Caixin
Jul 09, 2021 09:01 PM
BUSINESS & TECH

In Depth: Tech Giants Combine to Thrive in Southeast Asia’s Rapidly Consolidating Market

Medical staff on duty at Surabaya Hospital in East Java, Indonesia on Thursday. Photo: VCG
Medical staff on duty at Surabaya Hospital in East Java, Indonesia on Thursday. Photo: VCG

(Hong Kong) — Southeast Asia is becoming a heated battlefield for tech titans fighting for market share and new users.

As leading players grow into massive platforms linking users with various services, the market is coming to be increasingly controlled by few powerful players racing to expand business ecosystems through mergers and acquisitions. The pattern looks a lot like a repeat of China’s tech sector, which is dominated by giants like Alibaba Group Holding Ltd. and Tencent Holdings Ltd. after years of cut-throat competition. 

The proposed mega merger of Jakarta-based ride-hailing company Gojek and e-commerce upstart Tokopedia PT in May to form the new company GoTo is the latest example of the Southeast Asia tech industry consolidation. Both companies ranked in the top three in their industries. The tie-up created the largest internet services platform in Indonesia, competing with Singapore-headquartered Grab, in an increasingly crowded market.

The region’s tech market is not lacking for promising industry leaders. Grab, the largest unicorn in the region focusing on ride-hailing and food delivery, announced a plan in April to sell shares in the U.S. to fund its rapid growth. The deal could value the company at $40 billion.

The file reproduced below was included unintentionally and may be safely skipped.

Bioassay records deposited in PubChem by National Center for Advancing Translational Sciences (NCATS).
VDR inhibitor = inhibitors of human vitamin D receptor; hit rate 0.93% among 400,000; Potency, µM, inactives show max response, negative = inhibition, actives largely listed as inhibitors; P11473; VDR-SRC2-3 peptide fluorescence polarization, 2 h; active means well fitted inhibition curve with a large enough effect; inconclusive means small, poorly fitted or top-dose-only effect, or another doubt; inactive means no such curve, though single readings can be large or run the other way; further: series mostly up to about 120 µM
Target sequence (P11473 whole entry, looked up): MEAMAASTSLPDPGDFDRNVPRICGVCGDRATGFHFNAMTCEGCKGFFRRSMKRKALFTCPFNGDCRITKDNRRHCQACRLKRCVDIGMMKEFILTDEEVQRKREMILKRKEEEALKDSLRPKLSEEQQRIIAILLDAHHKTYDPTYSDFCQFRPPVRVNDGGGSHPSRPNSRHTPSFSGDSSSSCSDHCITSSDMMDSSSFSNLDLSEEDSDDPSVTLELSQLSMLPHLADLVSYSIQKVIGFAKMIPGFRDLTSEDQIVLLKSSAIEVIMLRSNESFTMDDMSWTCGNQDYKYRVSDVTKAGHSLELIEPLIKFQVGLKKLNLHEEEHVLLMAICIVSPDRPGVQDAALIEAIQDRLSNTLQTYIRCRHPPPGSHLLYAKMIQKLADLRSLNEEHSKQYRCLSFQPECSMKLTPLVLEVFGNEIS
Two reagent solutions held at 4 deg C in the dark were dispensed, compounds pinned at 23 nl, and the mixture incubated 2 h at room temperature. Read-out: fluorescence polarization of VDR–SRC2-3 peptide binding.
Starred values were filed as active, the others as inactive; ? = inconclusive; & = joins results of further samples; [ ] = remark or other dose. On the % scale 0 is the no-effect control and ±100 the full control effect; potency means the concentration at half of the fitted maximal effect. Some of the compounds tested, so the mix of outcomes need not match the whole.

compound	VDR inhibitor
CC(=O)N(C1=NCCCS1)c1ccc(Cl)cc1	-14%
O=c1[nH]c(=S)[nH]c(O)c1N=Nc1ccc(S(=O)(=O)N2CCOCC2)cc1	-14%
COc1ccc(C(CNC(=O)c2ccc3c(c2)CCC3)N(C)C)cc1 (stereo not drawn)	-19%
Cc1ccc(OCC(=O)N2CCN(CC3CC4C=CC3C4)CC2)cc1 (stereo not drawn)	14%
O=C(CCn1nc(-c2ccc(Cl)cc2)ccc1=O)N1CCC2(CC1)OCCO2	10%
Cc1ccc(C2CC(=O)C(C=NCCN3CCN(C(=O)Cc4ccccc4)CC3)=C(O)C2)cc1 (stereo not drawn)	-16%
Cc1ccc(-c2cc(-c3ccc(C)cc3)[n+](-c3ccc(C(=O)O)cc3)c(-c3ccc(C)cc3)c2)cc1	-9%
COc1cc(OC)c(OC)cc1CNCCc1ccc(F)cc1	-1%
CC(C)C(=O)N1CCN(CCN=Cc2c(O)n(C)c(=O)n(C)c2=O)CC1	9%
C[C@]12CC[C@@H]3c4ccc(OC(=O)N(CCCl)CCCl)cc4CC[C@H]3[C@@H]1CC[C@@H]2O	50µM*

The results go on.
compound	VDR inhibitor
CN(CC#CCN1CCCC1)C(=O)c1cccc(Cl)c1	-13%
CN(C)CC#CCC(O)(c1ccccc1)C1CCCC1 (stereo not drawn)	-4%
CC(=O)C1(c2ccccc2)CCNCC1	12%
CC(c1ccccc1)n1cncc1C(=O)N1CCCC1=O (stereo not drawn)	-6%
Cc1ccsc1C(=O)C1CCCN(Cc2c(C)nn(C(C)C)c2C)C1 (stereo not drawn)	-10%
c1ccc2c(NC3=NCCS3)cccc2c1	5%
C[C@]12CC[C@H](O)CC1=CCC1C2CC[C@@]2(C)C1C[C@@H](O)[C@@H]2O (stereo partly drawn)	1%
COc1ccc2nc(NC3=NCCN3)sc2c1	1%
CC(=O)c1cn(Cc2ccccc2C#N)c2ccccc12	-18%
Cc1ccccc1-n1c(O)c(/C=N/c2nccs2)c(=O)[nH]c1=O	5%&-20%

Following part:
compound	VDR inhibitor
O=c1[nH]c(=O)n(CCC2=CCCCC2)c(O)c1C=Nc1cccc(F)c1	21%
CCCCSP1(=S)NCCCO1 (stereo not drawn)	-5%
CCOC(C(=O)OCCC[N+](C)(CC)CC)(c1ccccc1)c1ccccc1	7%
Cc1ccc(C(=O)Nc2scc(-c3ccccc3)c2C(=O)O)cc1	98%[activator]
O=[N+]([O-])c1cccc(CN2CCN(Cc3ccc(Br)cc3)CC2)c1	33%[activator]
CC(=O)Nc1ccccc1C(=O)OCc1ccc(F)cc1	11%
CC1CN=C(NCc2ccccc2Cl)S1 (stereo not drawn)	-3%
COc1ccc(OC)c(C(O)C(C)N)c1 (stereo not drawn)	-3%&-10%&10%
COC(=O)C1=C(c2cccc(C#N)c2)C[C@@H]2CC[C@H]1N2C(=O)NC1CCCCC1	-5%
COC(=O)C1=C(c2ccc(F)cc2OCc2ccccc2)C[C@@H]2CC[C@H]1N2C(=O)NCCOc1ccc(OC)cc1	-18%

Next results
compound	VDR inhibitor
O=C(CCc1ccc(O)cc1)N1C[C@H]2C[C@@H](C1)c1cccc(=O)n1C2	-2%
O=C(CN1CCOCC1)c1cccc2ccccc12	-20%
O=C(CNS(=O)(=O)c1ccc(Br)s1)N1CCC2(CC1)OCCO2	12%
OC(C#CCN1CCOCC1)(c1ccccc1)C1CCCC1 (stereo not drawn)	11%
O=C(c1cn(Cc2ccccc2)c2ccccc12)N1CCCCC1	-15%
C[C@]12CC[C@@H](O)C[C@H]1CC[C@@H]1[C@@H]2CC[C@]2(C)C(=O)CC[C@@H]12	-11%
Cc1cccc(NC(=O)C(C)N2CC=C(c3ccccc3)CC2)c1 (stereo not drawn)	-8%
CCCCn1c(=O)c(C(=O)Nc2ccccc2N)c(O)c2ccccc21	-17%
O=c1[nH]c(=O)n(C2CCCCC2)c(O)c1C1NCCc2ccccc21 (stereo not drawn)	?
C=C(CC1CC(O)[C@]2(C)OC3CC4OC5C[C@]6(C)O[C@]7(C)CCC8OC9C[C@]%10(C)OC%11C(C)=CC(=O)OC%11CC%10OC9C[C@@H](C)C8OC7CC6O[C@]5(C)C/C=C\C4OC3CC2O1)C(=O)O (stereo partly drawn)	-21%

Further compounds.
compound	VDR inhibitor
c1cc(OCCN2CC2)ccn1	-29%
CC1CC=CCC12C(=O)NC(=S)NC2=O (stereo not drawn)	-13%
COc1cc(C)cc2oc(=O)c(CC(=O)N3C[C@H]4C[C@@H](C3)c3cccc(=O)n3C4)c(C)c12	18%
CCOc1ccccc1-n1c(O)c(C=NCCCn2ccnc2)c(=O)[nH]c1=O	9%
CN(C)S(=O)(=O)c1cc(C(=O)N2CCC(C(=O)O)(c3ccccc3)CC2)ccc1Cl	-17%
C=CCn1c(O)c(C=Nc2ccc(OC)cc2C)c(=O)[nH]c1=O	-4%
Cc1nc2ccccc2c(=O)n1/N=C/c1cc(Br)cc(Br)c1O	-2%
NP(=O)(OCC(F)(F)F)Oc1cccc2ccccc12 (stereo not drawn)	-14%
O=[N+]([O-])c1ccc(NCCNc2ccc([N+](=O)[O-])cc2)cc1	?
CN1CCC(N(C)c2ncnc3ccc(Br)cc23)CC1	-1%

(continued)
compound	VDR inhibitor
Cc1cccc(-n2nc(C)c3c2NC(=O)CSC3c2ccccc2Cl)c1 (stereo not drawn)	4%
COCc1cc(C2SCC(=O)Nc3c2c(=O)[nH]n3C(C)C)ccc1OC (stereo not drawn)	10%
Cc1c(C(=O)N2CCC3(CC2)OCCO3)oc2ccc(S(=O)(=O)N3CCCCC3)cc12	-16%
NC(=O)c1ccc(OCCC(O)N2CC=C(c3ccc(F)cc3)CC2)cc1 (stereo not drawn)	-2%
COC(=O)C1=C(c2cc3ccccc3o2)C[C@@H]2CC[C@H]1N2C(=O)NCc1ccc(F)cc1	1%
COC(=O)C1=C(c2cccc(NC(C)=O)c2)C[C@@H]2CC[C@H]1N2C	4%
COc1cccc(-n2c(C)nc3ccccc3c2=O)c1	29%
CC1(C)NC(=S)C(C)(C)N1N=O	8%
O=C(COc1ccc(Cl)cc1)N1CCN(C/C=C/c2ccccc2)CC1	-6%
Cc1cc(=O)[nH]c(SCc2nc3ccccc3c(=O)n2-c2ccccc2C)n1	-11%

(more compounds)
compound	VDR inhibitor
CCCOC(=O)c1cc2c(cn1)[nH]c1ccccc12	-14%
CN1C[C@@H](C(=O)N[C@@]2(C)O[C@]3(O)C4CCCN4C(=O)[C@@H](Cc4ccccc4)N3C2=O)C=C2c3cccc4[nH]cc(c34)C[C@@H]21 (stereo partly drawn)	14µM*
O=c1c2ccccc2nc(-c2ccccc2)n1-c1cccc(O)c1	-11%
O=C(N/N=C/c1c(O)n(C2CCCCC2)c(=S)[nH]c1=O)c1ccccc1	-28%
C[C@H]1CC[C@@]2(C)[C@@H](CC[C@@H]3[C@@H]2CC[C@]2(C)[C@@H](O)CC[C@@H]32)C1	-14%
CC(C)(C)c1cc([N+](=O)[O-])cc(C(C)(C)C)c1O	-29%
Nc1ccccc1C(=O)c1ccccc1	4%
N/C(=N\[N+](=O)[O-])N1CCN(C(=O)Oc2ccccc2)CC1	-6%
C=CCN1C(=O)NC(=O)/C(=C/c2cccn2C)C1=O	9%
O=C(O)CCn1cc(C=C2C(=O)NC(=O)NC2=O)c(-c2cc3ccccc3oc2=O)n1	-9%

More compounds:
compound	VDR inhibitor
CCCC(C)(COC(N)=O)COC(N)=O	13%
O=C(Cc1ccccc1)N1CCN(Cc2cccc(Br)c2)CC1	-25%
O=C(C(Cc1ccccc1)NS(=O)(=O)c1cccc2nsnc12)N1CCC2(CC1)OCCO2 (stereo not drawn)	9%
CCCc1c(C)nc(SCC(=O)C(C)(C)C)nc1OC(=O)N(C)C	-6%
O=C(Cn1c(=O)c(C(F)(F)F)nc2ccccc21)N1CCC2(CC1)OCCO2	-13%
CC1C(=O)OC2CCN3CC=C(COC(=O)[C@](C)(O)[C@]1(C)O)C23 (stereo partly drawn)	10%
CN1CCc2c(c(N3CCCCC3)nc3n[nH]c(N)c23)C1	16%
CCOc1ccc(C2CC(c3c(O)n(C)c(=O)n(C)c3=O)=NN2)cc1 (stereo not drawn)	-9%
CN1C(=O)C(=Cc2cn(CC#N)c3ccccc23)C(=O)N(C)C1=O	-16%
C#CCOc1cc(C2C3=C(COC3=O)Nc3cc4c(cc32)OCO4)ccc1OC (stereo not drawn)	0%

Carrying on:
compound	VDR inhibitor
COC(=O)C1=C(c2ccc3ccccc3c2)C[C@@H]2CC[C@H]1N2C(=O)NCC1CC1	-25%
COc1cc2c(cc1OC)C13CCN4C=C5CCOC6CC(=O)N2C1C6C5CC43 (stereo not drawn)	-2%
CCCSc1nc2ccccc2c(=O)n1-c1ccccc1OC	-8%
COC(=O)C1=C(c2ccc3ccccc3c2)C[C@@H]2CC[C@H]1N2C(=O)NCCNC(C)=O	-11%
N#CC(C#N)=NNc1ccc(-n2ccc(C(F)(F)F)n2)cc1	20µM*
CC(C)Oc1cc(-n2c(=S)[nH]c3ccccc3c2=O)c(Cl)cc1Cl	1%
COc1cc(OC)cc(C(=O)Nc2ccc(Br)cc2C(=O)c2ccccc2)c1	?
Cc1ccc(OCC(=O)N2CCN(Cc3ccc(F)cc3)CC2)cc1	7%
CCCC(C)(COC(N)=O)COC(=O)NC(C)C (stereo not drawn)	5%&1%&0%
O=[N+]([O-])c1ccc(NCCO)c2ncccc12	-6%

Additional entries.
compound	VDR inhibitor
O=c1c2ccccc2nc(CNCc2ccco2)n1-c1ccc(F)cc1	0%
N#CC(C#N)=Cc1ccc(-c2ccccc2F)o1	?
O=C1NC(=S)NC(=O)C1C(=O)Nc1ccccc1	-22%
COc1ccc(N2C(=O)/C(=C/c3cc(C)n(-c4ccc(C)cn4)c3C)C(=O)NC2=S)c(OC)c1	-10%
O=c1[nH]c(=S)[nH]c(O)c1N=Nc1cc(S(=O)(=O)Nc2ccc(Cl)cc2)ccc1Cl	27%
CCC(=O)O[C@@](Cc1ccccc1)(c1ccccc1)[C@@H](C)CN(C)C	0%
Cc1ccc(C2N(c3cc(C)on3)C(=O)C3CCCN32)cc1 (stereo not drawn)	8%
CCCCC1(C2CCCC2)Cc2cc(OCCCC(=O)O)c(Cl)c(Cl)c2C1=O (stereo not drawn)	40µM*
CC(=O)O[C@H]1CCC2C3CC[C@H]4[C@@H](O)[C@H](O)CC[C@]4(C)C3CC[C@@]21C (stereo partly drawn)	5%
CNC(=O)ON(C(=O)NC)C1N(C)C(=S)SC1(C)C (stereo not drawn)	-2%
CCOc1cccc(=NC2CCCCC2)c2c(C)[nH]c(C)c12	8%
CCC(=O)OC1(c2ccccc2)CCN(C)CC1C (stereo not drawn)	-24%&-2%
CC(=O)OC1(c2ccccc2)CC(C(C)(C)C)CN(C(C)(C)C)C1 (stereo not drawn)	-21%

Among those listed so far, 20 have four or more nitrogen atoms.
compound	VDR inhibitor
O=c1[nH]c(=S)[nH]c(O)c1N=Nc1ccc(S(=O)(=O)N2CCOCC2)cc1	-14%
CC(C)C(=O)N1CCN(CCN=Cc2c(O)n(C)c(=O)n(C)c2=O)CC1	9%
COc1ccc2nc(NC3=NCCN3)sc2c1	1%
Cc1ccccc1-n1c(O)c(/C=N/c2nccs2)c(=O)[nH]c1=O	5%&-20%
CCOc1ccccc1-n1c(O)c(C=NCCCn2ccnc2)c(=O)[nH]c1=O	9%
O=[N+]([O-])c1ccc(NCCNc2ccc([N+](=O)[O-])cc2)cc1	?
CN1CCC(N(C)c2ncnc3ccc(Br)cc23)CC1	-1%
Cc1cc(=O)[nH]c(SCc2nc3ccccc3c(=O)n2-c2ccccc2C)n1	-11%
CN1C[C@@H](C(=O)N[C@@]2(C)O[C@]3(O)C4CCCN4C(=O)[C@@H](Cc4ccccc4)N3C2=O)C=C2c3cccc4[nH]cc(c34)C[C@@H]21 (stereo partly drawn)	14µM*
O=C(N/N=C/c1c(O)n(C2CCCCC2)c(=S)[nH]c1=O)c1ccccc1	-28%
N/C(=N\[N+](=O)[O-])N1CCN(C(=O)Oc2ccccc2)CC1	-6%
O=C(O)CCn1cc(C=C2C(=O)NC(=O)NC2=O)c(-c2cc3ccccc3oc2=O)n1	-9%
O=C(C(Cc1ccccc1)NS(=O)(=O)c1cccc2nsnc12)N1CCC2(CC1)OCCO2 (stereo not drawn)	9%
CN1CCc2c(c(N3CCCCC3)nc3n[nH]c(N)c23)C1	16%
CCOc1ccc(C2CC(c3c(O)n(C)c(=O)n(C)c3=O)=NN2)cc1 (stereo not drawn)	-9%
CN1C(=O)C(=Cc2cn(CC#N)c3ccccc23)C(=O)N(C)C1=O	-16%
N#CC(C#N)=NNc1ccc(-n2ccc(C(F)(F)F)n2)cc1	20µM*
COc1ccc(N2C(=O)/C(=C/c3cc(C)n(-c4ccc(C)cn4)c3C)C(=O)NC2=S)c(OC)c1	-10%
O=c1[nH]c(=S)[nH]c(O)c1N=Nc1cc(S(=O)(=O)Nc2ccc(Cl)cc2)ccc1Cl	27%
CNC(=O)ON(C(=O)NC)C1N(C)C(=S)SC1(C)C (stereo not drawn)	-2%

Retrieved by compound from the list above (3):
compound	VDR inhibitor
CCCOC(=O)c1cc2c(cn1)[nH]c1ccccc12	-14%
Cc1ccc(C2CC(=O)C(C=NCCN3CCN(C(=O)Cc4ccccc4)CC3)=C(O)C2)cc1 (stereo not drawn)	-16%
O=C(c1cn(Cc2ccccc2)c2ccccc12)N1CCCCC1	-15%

Another potential industry leader is SEA, a startup that began with gaming and went through explosive growth after a few years of dormancy. Now SEA’s e-commerce business holds the top spot in Southeast Asia and is keeping up strong momentum for further expansion.

The Southeast Asia internet services market has evolved into an oligopoly in half the time that it took in China. The global trend of digitalization and the Covid-19 pandemic accelerated the rise and transformation of the Southeast Asian internet economy. 

GoTo, the new giant

Gojek and Tokopedia announced their plan on May 17 to combine into the new company GoTo. They called the merger the largest in the history of Indonesia and in the history of the Asian internet industry.

With the deal pending approval, GoTo has not disclosed financial details. Bloomberg reported that the deal valued GoTo at $18 billion. After the merger, GoTo will seek to list in Indonesia and the U.S. with a market value of between $35 billion and $40 billion, according to Bloomberg.